Friday, December 17, 2010

NHS Internet Privacy

I wrote to my MP, Nicola Blackwood, several weeks ago asking her to sign the early day motion on NHS internet privacy first signed by Tom Watson MP:
That this House notes with serious concern that the pages of the NHS Choices website allows third-party advertising and tracking companies, including Google and Facebook, to track people's internet browsing habits; believes that it is inappropriate for advertising and social networking companies to observe what an individual is viewing on a Government website that deals with sensitive medical information; further notes that the sharing of personal data of its users with companies outside the European Economic Area and with for-profit advertising companies may render the NHS in breach of its data protection obligations to the Information Commissioner's Office; and calls on the Department of Health to review its policy to ensure the privacy of all users of its websites is protected.
I've had the following reply from her this afternoon.
Dear Mr Corrigan,

Thank you for contacting me about the issue of data protection on the NHS Choices website and I apologise for the delay in my reply.

I can understand your concerns, but it is worth noting that the use of Facebook functionality on NHS Choices was initiated under the previous administration.

The issue of Facebook capturing data is not restricted to just NHS Choices. Data transfer happens across the whole range of sites and applications on the internet, and is a result of how users’ internet browsers are set up and how people log out and close down sites.

The Government informs me that NHS Choices has strict privacy policies which are in line with the Data Protection Act. As well, Facebook capturing data from sites like NHS Choices is a result of Facebook’s own system. When users sign up to Facebook they agree Facebook can gather information on their web use from their computer. NHS Choices privacy policy, which is on the homepage of the site, makes this clear.

The Government has asked the NHS Choices service to increase the prominence of information informing users of the potential for information about their activity being captured by services like Facebook, including what actions they can take to restrict this.

I hope you find this information helpful and thank you again for taking the time to contact me.

Kind regards,

Nicola Blackwood MP
So the party line seems to be:
  • It is not this government's fault it's the previous lot
  • People leak personal data all over the internet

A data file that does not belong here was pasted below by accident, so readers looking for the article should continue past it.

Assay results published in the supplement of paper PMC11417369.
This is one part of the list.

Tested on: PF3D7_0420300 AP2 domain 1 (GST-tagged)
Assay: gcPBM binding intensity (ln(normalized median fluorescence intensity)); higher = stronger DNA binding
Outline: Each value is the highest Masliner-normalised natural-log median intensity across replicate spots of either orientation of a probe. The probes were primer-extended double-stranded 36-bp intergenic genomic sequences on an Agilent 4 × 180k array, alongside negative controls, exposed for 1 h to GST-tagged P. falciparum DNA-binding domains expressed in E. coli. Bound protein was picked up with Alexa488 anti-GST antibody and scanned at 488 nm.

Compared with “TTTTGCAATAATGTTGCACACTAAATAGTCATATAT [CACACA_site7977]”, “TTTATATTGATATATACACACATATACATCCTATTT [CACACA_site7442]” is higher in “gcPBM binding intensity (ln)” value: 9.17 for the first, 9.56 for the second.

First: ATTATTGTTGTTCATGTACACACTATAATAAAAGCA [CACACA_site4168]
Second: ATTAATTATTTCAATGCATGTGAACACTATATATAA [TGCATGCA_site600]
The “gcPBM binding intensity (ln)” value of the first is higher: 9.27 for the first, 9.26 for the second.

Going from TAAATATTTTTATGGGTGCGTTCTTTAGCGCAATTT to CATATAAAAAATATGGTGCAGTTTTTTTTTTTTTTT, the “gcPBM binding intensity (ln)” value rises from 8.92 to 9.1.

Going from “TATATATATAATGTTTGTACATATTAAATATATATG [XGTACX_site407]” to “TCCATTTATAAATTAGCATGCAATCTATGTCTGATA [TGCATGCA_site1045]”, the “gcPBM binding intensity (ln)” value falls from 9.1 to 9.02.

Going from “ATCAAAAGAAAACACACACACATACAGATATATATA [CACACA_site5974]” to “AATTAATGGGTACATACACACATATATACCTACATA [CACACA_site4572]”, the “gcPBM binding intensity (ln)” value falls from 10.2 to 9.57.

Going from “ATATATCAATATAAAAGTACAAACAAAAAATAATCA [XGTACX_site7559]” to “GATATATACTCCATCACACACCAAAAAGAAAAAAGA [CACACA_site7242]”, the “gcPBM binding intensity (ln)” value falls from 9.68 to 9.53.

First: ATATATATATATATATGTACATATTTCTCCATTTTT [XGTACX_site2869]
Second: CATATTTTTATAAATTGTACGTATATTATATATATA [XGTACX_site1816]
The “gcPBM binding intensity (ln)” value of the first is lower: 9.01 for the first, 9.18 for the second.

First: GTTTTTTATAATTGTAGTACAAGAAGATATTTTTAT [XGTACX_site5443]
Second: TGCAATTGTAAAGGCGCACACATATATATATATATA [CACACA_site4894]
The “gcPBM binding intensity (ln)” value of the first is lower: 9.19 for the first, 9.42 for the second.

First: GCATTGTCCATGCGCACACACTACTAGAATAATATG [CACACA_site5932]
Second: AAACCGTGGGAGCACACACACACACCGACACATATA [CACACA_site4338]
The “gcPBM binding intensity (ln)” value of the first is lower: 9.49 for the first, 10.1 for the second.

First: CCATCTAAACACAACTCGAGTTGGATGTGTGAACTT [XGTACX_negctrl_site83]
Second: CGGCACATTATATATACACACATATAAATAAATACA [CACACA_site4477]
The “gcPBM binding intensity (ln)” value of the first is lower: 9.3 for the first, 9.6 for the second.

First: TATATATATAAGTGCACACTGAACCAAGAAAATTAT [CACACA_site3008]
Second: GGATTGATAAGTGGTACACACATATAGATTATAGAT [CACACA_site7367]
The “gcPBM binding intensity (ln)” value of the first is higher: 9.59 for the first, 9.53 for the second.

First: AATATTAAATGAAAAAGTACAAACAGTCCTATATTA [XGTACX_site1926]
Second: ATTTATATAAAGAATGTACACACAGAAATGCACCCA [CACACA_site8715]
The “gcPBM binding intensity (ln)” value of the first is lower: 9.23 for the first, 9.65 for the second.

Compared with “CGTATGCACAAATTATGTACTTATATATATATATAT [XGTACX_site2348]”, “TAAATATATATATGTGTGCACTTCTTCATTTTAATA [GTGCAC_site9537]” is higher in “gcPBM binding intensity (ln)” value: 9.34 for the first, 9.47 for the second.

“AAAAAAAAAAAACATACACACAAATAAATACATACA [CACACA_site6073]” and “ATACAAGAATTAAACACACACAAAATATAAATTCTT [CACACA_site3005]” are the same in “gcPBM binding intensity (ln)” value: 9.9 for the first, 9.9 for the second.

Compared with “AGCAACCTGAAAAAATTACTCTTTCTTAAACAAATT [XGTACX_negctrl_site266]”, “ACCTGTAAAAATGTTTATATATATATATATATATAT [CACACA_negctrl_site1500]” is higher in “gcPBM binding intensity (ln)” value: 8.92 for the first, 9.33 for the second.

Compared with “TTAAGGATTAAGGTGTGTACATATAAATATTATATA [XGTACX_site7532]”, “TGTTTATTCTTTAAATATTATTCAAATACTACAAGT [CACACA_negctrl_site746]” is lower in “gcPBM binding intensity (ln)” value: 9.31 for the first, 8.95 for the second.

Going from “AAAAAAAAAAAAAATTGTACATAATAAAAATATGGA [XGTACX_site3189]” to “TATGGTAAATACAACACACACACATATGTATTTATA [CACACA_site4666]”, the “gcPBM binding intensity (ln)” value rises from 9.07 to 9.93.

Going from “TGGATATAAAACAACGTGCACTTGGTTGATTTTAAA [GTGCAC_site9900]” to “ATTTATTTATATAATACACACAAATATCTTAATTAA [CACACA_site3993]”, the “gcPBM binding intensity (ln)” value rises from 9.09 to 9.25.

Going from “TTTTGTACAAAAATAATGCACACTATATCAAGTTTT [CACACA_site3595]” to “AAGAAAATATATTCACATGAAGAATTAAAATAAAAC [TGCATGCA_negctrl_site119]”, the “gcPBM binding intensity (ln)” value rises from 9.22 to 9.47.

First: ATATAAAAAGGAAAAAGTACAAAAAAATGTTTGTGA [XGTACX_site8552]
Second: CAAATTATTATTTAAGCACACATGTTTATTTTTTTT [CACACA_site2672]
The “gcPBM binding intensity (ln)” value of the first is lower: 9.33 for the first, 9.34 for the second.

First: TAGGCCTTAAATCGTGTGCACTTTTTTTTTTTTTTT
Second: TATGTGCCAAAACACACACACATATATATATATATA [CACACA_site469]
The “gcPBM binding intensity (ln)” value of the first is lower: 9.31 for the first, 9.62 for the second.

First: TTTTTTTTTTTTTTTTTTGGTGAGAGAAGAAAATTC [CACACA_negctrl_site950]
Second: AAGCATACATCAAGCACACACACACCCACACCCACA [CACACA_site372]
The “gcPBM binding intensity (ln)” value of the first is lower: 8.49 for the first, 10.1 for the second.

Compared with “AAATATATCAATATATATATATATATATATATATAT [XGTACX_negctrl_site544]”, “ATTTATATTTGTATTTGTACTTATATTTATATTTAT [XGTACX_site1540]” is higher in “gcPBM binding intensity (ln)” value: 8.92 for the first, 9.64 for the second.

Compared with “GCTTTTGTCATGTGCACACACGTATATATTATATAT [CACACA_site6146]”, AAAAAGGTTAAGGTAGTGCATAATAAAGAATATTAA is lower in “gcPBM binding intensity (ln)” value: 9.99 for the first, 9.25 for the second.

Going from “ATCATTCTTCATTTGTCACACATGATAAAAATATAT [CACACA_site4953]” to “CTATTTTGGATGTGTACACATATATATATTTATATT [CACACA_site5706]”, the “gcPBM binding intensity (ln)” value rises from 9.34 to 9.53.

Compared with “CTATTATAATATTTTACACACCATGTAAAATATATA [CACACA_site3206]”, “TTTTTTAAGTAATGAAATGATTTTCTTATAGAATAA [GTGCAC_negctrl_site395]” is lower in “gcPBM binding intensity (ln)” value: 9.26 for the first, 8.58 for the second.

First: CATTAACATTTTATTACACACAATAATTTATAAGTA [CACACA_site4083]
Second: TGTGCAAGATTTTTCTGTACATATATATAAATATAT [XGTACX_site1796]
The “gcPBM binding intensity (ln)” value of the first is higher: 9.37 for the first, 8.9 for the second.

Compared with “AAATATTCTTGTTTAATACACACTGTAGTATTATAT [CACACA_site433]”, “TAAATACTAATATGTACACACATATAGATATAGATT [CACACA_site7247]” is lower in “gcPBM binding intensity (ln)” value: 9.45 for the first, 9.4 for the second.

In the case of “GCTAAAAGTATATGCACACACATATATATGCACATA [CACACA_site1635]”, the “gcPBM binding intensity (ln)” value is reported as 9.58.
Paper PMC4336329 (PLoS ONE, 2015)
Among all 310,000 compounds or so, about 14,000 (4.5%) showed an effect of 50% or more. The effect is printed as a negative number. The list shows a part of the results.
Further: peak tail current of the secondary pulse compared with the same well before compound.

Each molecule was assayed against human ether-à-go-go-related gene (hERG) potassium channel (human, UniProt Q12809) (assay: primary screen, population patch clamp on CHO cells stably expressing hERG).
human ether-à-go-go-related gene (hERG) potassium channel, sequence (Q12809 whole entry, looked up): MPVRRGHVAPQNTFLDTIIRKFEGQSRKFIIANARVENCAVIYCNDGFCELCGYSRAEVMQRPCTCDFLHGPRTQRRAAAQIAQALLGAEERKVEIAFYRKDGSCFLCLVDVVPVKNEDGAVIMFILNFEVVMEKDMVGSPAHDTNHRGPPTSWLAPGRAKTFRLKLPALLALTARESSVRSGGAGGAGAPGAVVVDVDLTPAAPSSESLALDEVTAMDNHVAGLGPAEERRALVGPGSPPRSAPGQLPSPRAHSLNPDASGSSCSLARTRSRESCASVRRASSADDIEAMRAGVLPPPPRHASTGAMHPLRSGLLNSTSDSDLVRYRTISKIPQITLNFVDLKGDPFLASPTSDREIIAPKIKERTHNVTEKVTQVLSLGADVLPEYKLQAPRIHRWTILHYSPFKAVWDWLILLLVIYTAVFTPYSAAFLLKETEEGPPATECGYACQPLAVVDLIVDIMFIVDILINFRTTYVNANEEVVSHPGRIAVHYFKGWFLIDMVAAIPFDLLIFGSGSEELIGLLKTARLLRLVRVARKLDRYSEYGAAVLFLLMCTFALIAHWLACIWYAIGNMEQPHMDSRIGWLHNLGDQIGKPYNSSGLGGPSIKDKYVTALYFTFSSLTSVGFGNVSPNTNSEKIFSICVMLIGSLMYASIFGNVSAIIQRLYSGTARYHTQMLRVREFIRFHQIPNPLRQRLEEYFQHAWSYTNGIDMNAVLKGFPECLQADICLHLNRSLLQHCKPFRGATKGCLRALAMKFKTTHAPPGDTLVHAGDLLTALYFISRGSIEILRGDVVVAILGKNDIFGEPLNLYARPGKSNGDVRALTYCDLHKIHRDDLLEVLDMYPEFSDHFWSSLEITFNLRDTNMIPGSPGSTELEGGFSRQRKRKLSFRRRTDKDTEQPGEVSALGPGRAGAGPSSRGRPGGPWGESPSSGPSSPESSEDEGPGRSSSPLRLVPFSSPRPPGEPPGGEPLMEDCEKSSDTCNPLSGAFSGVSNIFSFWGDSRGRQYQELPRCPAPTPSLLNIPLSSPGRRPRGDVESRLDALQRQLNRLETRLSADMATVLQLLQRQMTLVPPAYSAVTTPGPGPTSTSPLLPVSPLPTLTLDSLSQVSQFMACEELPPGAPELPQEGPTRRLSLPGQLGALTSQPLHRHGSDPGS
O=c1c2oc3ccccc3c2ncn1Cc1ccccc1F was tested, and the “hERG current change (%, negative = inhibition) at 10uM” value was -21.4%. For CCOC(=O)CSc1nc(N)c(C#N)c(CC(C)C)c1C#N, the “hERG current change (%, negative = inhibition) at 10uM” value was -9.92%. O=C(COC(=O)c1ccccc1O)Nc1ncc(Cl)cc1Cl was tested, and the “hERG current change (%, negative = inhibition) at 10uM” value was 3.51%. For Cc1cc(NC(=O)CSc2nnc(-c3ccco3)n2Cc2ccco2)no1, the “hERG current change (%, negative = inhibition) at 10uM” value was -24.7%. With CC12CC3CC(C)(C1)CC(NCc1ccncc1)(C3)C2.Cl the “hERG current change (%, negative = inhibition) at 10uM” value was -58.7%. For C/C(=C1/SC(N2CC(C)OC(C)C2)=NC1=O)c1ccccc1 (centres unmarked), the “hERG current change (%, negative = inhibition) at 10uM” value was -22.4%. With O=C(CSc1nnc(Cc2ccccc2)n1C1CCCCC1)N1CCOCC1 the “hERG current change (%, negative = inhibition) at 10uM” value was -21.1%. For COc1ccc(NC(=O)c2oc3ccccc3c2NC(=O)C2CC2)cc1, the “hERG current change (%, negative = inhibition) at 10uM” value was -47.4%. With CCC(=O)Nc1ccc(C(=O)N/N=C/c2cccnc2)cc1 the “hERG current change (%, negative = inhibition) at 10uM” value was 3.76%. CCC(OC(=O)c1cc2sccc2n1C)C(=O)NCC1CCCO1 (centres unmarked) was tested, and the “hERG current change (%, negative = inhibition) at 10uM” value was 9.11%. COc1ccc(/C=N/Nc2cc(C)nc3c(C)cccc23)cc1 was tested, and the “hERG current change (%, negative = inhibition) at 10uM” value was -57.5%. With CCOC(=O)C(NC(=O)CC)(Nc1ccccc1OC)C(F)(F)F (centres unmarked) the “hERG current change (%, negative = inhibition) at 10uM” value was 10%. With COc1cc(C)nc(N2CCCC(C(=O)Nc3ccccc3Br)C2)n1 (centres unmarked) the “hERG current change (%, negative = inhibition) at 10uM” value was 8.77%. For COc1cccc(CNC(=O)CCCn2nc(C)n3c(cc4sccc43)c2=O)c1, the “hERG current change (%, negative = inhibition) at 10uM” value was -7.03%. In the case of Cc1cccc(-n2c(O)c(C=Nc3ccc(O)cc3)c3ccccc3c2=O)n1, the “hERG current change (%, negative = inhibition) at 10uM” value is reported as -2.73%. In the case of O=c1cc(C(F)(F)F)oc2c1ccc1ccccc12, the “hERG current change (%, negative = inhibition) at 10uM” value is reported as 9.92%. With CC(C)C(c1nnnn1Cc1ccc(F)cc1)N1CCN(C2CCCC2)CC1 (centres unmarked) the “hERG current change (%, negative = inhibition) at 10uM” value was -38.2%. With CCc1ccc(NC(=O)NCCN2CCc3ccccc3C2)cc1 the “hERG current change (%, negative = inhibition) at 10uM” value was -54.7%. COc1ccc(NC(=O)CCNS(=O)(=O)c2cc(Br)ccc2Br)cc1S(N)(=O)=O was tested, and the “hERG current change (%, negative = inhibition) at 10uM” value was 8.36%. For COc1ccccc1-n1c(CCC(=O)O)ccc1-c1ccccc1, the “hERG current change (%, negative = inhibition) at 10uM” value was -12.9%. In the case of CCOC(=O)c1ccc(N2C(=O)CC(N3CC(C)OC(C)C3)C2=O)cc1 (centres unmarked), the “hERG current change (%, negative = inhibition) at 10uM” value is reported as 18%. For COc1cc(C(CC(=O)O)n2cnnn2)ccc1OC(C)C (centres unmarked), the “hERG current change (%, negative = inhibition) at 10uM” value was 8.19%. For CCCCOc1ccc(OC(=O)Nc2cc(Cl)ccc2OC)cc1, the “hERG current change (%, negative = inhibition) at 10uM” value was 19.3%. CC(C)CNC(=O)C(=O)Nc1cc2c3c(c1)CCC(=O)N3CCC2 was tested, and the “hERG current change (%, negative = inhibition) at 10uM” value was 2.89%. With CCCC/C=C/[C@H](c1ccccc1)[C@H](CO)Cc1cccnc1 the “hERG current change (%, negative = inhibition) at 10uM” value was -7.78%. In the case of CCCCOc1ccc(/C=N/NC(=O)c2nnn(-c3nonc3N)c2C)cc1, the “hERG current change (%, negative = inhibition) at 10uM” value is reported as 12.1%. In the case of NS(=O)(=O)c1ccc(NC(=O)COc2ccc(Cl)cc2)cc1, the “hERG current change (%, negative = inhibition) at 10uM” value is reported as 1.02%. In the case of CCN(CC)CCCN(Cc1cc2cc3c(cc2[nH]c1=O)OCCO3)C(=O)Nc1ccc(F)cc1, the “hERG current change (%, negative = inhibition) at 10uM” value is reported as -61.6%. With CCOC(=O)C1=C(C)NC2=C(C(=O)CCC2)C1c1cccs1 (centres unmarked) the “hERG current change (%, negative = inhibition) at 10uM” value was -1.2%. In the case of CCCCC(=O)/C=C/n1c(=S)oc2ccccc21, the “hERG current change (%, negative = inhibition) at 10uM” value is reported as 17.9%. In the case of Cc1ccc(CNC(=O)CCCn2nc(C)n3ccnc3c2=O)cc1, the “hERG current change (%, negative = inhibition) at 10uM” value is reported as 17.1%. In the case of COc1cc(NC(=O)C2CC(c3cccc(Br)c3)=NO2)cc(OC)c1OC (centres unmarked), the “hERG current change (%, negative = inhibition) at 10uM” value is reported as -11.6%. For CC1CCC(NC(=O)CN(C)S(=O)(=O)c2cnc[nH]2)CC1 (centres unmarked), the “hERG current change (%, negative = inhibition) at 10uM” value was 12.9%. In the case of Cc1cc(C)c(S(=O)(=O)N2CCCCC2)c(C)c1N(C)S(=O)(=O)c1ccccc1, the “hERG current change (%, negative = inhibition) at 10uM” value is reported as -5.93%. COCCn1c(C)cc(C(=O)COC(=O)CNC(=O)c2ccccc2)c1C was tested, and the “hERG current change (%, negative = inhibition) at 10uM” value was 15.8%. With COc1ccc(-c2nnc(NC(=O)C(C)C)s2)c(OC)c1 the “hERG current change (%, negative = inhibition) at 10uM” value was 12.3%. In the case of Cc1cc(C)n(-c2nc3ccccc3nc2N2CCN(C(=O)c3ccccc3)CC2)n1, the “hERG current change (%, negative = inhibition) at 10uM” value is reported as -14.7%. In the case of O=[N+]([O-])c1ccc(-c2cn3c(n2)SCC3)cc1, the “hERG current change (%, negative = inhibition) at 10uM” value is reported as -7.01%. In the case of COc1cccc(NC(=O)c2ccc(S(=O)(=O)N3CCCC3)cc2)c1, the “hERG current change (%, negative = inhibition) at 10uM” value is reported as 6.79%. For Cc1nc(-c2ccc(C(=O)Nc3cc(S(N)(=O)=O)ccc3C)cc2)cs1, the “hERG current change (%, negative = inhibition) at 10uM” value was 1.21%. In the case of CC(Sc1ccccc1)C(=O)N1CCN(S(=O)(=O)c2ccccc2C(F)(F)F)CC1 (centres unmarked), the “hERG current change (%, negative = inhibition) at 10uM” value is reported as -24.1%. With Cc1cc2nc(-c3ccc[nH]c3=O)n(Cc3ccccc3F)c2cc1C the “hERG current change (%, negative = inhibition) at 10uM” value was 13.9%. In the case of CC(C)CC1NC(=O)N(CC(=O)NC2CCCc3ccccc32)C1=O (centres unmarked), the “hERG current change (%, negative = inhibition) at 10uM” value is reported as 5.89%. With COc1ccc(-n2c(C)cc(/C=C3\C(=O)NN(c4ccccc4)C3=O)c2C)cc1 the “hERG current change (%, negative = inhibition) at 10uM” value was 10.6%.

• NHS Choices has a privacy policy, that the government believes is in line with the Data Protection Act; 
  • Facebook is a personal data harvester
  • The government will ask NHS Choices to warn people they leak personal data on the Net
I tried to be polite in responding.

Dear Ms Blackwood,

Thanks for your response.

Yes it was the previous government that this started under.

Yes people leak an inordinate amount of personal data on the internet.

Yes Facebook harvest personal data.

The NHS Choices privacy policy may or may not be in compliance with the Data Protection Act but that is largely immaterial if the operation of the site breaches the Act.

NHS Choices warning people they leak personal data on the internet is not going to solve the fundamental problem.

The site is built and operated in such a way as to facilitate the routine harvesting by third parties of the personal details of people seeking advice from a government website, often about intimate medical matters.

The social media, third party tracking features were no doubt innocently included originally to drive traffic to the site.  They are just not appropriate in the case of this kind of site. The government or the NHS should not being routinely sharing people's specific desire for information about particular medical matters with third parties, without consent.

I have little doubt that personal data pollution is going to be the environmental disaster of the information age but the sooner we start to tackle it the better chance we have of getting it under control.  In the case of NHS Choices the question of whether the site should be fixed to limit data sharing is not even a hard one.  That the government should prevaricate in this way when you ask for advice on how to respond on this matter leaves me seriously concerned that when it comes to dealing with the serious problems in this area, they will be found sadly wanting.

I understand, as a new MP, you have a lot of things to get to grips with and apparently obscure technical policy won't necessarily be top of your list of priorities; but I hope you're managing to settle into your new role now and beginning to get things under control in a way which will enable you to take an active interest in such matters as the parliament progresses.

Kind regards,


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